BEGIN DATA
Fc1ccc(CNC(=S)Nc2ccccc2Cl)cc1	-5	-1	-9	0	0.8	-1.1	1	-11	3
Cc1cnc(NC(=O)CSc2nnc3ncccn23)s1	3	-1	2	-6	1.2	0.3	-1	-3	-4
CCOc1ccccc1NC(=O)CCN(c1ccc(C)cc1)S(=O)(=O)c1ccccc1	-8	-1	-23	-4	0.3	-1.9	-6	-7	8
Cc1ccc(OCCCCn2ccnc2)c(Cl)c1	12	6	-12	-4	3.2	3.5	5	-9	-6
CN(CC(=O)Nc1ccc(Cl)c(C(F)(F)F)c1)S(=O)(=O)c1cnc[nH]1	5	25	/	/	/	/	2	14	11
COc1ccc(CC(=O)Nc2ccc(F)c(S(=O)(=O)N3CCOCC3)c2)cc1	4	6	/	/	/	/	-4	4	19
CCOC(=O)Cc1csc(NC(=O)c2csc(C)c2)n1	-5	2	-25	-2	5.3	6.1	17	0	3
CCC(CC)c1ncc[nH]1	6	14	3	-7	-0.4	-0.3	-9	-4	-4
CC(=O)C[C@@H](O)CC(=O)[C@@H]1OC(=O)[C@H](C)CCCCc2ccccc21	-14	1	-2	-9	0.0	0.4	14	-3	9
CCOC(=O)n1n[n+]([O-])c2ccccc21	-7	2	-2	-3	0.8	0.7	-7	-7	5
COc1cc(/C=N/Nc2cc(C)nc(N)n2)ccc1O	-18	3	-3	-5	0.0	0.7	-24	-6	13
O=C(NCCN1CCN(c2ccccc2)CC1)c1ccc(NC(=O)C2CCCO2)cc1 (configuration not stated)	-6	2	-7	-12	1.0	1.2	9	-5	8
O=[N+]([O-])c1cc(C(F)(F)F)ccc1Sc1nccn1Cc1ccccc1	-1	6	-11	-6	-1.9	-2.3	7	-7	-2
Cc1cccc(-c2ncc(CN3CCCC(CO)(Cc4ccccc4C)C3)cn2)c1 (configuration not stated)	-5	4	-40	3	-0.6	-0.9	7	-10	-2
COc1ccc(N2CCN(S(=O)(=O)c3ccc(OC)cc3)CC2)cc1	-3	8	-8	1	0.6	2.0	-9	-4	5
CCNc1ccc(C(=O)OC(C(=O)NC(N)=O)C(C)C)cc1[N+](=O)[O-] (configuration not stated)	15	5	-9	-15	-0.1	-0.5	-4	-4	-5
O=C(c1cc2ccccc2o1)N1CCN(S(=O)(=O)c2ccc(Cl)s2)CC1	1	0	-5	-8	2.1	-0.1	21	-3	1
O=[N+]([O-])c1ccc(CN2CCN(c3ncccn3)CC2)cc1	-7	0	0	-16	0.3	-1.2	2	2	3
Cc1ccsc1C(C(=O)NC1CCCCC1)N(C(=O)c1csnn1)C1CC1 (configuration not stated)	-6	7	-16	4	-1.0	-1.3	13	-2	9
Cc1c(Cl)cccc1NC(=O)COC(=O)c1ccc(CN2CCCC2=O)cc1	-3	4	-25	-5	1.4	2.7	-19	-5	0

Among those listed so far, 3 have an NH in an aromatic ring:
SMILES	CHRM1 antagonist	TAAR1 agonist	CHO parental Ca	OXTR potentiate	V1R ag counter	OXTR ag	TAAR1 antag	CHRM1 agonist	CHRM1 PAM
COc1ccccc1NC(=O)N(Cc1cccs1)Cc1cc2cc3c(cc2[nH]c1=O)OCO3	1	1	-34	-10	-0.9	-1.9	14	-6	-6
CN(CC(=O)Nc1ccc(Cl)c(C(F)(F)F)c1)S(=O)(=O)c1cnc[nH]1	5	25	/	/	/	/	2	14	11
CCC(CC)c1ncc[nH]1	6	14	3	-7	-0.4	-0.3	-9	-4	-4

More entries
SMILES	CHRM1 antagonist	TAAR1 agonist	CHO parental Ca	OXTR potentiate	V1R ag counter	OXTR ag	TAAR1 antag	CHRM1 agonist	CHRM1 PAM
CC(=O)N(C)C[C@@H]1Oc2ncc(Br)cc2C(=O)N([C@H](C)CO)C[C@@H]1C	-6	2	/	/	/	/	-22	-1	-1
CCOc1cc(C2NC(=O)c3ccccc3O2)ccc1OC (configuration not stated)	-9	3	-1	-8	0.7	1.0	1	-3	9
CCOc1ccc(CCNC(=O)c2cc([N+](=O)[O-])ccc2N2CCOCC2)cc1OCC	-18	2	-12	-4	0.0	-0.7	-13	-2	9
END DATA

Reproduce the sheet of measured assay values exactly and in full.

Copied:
Fc1ccc(CNC(=S)Nc2ccccc2Cl)cc1	-5	-1	-9	0	0.8	-1.1	1	-11	3
Cc1cnc(NC(=O)CSc2nnc3ncccn23)s1	3	-1	2	-6	1.2	0.3	-1	-3	-4
CCOc1ccccc1NC(=O)CCN(c1ccc(C)cc1)S(=O)(=O)c1ccccc1	-8	-1	-23	-4	0.3	-1.9	-6	-7	8
Cc1ccc(OCCCCn2ccnc2)c(Cl)c1	12	6	-12	-4	3.2	3.5	5	-9	-6
CN(CC(=O)Nc1ccc(Cl)c(C(F)(F)F)c1)S(=O)(=O)c1cnc[nH]1	5	25	/	/	/	/	2	14	11
COc1ccc(CC(=O)Nc2ccc(F)c(S(=O)(=O)N3CCOCC3)c2)cc1	4	6	/	/	/	/	-4	4	19
CCOC(=O)Cc1csc(NC(=O)c2csc(C)c2)n1	-5	2	-25	-2	5.3	6.1	17	0	3
CCC(CC)c1ncc[nH]1	6	14	3	-7	-0.4	-0.3	-9	-4	-4
CC(=O)C[C@@H](O)CC(=O)[C@@H]1OC(=O)[C@H](C)CCCCc2ccccc21	-14	1	-2	-9	0.0	0.4	14	-3	9
CCOC(=O)n1n[n+]([O-])c2ccccc21	-7	2	-2	-3	0.8	0.7	-7	-7	5
COc1cc(/C=N/Nc2cc(C)nc(N)n2)ccc1O	-18	3	-3	-5	0.0	0.7	-24	-6	13
O=C(NCCN1CCN(c2ccccc2)CC1)c1ccc(NC(=O)C2CCCO2)cc1 (configuration not stated)	-6	2	-7	-12	1.0	1.2	9	-5	8
O=[N+]([O-])c1cc(C(F)(F)F)ccc1Sc1nccn1Cc1ccccc1	-1	6	-11	-6	-1.9	-2.3	7	-7	-2
Cc1cccc(-c2ncc(CN3CCCC(CO)(Cc4ccccc4C)C3)cn2)c1 (configuration not stated)	-5	4	-40	3	-0.6	-0.9	7	-10	-2
COc1ccc(N2CCN(S(=O)(=O)c3ccc(OC)cc3)CC2)cc1	-3	8	-8	1	0.6	2.0	-9	-4	5
CCNc1ccc(C(=O)OC(C(=O)NC(N)=O)C(C)C)cc1[N+](=O)[O-] (configuration not stated)	15	5	-9	-15	-0.1	-0.5	-4	-4	-5
O=C(c1cc2ccccc2o1)N1CCN(S(=O)(=O)c2ccc(Cl)s2)CC1	1	0	-5	-8	2.1	-0.1	21	-3	1
O=[N+]([O-])c1ccc(CN2CCN(c3ncccn3)CC2)cc1	-7	0	0	-16	0.3	-1.2	2	2	3
Cc1ccsc1C(C(=O)NC1CCCCC1)N(C(=O)c1csnn1)C1CC1 (configuration not stated)	-6	7	-16	4	-1.0	-1.3	13	-2	9
Cc1c(Cl)cccc1NC(=O)COC(=O)c1ccc(CN2CCCC2=O)cc1	-3	4	-25	-5	1.4	2.7	-19	-5	0

Among those listed so far, 3 have an NH in an aromatic ring:
SMILES	CHRM1 antagonist	TAAR1 agonist	CHO parental Ca	OXTR potentiate	V1R ag counter	OXTR ag	TAAR1 antag	CHRM1 agonist	CHRM1 PAM
COc1ccccc1NC(=O)N(Cc1cccs1)Cc1cc2cc3c(cc2[nH]c1=O)OCO3	1	1	-34	-10	-0.9	-1.9	14	-6	-6
CN(CC(=O)Nc1ccc(Cl)c(C(F)(F)F)c1)S(=O)(=O)c1cnc[nH]1	5	25	/	/	/	/	2	14	11
CCC(CC)c1ncc[nH]1	6	14	3	-7	-0.4	-0.3	-9	-4	-4

More entries
SMILES	CHRM1 antagonist	TAAR1 agonist	CHO parental Ca	OXTR potentiate	V1R ag counter	OXTR ag	TAAR1 antag	CHRM1 agonist	CHRM1 PAM
CC(=O)N(C)C[C@@H]1Oc2ncc(Br)cc2C(=O)N([C@H](C)CO)C[C@@H]1C	-6	2	/	/	/	/	-22	-1	-1
CCOc1cc(C2NC(=O)c3ccccc3O2)ccc1OC (configuration not stated)	-9	3	-1	-8	0.7	1.0	1	-3	9
CCOc1ccc(CCNC(=O)c2cc([N+](=O)[O-])ccc2N2CCOCC2)cc1OCC	-18	2	-12	-4	0.0	-0.7	-13	-2	9